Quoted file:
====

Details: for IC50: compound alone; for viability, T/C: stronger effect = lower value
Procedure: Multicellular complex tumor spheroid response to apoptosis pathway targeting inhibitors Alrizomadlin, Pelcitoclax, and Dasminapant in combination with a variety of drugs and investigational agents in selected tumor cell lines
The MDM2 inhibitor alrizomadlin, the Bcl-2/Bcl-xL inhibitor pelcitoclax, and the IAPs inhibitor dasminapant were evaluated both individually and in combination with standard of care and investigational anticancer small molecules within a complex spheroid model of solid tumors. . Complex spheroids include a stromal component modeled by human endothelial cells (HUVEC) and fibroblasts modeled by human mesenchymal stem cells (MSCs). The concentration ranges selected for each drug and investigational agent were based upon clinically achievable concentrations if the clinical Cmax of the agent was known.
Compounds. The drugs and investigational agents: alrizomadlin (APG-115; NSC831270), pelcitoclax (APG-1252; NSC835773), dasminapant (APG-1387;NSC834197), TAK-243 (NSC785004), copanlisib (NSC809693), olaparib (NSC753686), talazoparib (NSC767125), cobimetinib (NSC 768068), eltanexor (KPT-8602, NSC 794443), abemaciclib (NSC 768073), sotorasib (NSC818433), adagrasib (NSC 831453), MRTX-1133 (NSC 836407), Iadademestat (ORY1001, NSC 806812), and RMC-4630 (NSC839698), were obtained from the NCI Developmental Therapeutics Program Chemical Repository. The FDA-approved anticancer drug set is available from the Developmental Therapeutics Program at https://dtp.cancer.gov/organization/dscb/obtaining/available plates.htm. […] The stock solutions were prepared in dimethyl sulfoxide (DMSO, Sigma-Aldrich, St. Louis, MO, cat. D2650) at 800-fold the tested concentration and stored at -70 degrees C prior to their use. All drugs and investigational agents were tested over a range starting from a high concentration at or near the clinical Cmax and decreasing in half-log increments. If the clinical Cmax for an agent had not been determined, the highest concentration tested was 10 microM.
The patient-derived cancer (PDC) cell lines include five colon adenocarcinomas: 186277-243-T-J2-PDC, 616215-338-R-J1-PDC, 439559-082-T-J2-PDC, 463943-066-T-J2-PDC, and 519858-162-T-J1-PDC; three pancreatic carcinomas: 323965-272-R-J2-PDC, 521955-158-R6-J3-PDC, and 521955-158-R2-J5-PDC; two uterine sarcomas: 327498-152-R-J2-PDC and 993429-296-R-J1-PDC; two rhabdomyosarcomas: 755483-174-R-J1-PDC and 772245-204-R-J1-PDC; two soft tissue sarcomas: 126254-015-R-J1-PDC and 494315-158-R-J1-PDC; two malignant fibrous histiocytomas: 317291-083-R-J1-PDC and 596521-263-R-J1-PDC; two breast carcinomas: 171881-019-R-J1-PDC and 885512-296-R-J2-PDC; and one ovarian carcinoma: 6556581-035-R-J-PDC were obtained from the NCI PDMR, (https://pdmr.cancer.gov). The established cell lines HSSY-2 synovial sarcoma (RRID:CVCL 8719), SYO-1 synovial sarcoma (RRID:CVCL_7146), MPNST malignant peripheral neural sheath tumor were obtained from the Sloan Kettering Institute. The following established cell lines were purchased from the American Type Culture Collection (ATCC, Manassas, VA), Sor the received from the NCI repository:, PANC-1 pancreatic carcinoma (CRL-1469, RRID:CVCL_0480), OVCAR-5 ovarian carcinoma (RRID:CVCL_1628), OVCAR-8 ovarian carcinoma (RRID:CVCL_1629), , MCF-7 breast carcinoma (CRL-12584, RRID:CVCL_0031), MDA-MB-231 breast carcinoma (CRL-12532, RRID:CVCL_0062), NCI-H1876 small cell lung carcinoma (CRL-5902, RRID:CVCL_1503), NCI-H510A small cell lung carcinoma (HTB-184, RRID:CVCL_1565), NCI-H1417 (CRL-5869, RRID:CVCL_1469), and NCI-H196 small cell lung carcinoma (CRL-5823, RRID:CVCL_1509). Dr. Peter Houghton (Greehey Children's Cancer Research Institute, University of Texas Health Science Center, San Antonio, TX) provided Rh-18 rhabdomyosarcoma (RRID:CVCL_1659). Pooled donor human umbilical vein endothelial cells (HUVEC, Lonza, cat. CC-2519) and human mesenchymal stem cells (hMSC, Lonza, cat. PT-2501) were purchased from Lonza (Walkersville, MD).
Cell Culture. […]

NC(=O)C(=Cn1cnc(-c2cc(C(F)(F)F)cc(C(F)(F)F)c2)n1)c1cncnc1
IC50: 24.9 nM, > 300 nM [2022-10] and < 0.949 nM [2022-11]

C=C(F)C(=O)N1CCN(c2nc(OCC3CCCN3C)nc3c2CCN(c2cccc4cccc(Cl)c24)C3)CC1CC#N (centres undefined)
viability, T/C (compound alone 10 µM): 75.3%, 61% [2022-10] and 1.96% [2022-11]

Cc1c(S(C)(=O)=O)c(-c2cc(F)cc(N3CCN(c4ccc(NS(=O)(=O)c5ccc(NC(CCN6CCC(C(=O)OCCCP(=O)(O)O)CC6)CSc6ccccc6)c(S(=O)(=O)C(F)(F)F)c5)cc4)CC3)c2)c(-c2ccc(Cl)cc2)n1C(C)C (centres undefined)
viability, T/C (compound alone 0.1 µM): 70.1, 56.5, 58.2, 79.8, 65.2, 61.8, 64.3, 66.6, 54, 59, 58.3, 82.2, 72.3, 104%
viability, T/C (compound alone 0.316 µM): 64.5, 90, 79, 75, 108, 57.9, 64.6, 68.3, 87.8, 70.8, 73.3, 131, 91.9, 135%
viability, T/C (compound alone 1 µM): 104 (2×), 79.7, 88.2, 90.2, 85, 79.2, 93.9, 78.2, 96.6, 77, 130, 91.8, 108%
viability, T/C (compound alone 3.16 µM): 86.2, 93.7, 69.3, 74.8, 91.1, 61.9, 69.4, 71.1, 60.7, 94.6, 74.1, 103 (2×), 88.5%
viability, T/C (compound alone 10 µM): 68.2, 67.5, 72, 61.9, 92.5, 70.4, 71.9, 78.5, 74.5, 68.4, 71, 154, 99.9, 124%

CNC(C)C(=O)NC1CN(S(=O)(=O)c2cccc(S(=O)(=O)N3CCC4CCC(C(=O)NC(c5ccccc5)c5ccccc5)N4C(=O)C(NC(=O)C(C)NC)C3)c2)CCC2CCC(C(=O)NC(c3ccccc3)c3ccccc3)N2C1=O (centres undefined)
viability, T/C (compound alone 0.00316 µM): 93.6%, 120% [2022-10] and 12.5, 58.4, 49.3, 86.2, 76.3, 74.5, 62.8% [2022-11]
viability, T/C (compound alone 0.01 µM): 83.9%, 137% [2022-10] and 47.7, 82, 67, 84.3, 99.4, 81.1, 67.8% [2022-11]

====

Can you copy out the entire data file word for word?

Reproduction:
Details: for IC50: compound alone; for viability, T/C: stronger effect = lower value
Procedure: Multicellular complex tumor spheroid response to apoptosis pathway targeting inhibitors Alrizomadlin, Pelcitoclax, and Dasminapant in combination with a variety of drugs and investigational agents in selected tumor cell lines
The MDM2 inhibitor alrizomadlin, the Bcl-2/Bcl-xL inhibitor pelcitoclax, and the IAPs inhibitor dasminapant were evaluated both individually and in combination with standard of care and investigational anticancer small molecules within a complex spheroid model of solid tumors. . Complex spheroids include a stromal component modeled by human endothelial cells (HUVEC) and fibroblasts modeled by human mesenchymal stem cells (MSCs). The concentration ranges selected for each drug and investigational agent were based upon clinically achievable concentrations if the clinical Cmax of the agent was known.
Compounds. The drugs and investigational agents: alrizomadlin (APG-115; NSC831270), pelcitoclax (APG-1252; NSC835773), dasminapant (APG-1387;NSC834197), TAK-243 (NSC785004), copanlisib (NSC809693), olaparib (NSC753686), talazoparib (NSC767125), cobimetinib (NSC 768068), eltanexor (KPT-8602, NSC 794443), abemaciclib (NSC 768073), sotorasib (NSC818433), adagrasib (NSC 831453), MRTX-1133 (NSC 836407), Iadademestat (ORY1001, NSC 806812), and RMC-4630 (NSC839698), were obtained from the NCI Developmental Therapeutics Program Chemical Repository. The FDA-approved anticancer drug set is available from the Developmental Therapeutics Program at https://dtp.cancer.gov/organization/dscb/obtaining/available plates.htm. […] The stock solutions were prepared in dimethyl sulfoxide (DMSO, Sigma-Aldrich, St. Louis, MO, cat. D2650) at 800-fold the tested concentration and stored at -70 degrees C prior to their use. All drugs and investigational agents were tested over a range starting from a high concentration at or near the clinical Cmax and decreasing in half-log increments. If the clinical Cmax for an agent had not been determined, the highest concentration tested was 10 microM.
The patient-derived cancer (PDC) cell lines include five colon adenocarcinomas: 186277-243-T-J2-PDC, 616215-338-R-J1-PDC, 439559-082-T-J2-PDC, 463943-066-T-J2-PDC, and 519858-162-T-J1-PDC; three pancreatic carcinomas: 323965-272-R-J2-PDC, 521955-158-R6-J3-PDC, and 521955-158-R2-J5-PDC; two uterine sarcomas: 327498-152-R-J2-PDC and 993429-296-R-J1-PDC; two rhabdomyosarcomas: 755483-174-R-J1-PDC and 772245-204-R-J1-PDC; two soft tissue sarcomas: 126254-015-R-J1-PDC and 494315-158-R-J1-PDC; two malignant fibrous histiocytomas: 317291-083-R-J1-PDC and 596521-263-R-J1-PDC; two breast carcinomas: 171881-019-R-J1-PDC and 885512-296-R-J2-PDC; and one ovarian carcinoma: 6556581-035-R-J-PDC were obtained from the NCI PDMR, (https://pdmr.cancer.gov). The established cell lines HSSY-2 synovial sarcoma (RRID:CVCL 8719), SYO-1 synovial sarcoma (RRID:CVCL_7146), MPNST malignant peripheral neural sheath tumor were obtained from the Sloan Kettering Institute. The following established cell lines were purchased from the American Type Culture Collection (ATCC, Manassas, VA), Sor the received from the NCI repository:, PANC-1 pancreatic carcinoma (CRL-1469, RRID:CVCL_0480), OVCAR-5 ovarian carcinoma (RRID:CVCL_1628), OVCAR-8 ovarian carcinoma (RRID:CVCL_1629), , MCF-7 breast carcinoma (CRL-12584, RRID:CVCL_0031), MDA-MB-231 breast carcinoma (CRL-12532, RRID:CVCL_0062), NCI-H1876 small cell lung carcinoma (CRL-5902, RRID:CVCL_1503), NCI-H510A small cell lung carcinoma (HTB-184, RRID:CVCL_1565), NCI-H1417 (CRL-5869, RRID:CVCL_1469), and NCI-H196 small cell lung carcinoma (CRL-5823, RRID:CVCL_1509). Dr. Peter Houghton (Greehey Children's Cancer Research Institute, University of Texas Health Science Center, San Antonio, TX) provided Rh-18 rhabdomyosarcoma (RRID:CVCL_1659). Pooled donor human umbilical vein endothelial cells (HUVEC, Lonza, cat. CC-2519) and human mesenchymal stem cells (hMSC, Lonza, cat. PT-2501) were purchased from Lonza (Walkersville, MD).
Cell Culture. […]

NC(=O)C(=Cn1cnc(-c2cc(C(F)(F)F)cc(C(F)(F)F)c2)n1)c1cncnc1
IC50: 24.9 nM, > 300 nM [2022-10] and < 0.949 nM [2022-11]

C=C(F)C(=O)N1CCN(c2nc(OCC3CCCN3C)nc3c2CCN(c2cccc4cccc(Cl)c24)C3)CC1CC#N (centres undefined)
viability, T/C (compound alone 10 µM): 75.3%, 61% [2022-10] and 1.96% [2022-11]

Cc1c(S(C)(=O)=O)c(-c2cc(F)cc(N3CCN(c4ccc(NS(=O)(=O)c5ccc(NC(CCN6CCC(C(=O)OCCCP(=O)(O)O)CC6)CSc6ccccc6)c(S(=O)(=O)C(F)(F)F)c5)cc4)CC3)c2)c(-c2ccc(Cl)cc2)n1C(C)C (centres undefined)
viability, T/C (compound alone 0.1 µM): 70.1, 56.5, 58.2, 79.8, 65.2, 61.8, 64.3, 66.6, 54, 59, 58.3, 82.2, 72.3, 104%
viability, T/C (compound alone 0.316 µM): 64.5, 90, 79, 75, 108, 57.9, 64.6, 68.3, 87.8, 70.8, 73.3, 131, 91.9, 135%
viability, T/C (compound alone 1 µM): 104 (2×), 79.7, 88.2, 90.2, 85, 79.2, 93.9, 78.2, 96.6, 77, 130, 91.8, 108%
viability, T/C (compound alone 3.16 µM): 86.2, 93.7, 69.3, 74.8, 91.1, 61.9, 69.4, 71.1, 60.7, 94.6, 74.1, 103 (2×), 88.5%
viability, T/C (compound alone 10 µM): 68.2, 67.5, 72, 61.9, 92.5, 70.4, 71.9, 78.5, 74.5, 68.4, 71, 154, 99.9, 124%

CNC(C)C(=O)NC1CN(S(=O)(=O)c2cccc(S(=O)(=O)N3CCC4CCC(C(=O)NC(c5ccccc5)c5ccccc5)N4C(=O)C(NC(=O)C(C)NC)C3)c2)CCC2CCC(C(=O)NC(c3ccccc3)c3ccccc3)N2C1=O (centres undefined)
viability, T/C (compound alone 0.00316 µM): 93.6%, 120% [2022-10] and 12.5, 58.4, 49.3, 86.2, 76.3, 74.5, 62.8% [2022-11]
viability, T/C (compound alone 0.01 µM): 83.9%, 137% [2022-10] and 47.7, 82, 67, 84.3, 99.4, 81.1, 67.8% [2022-11]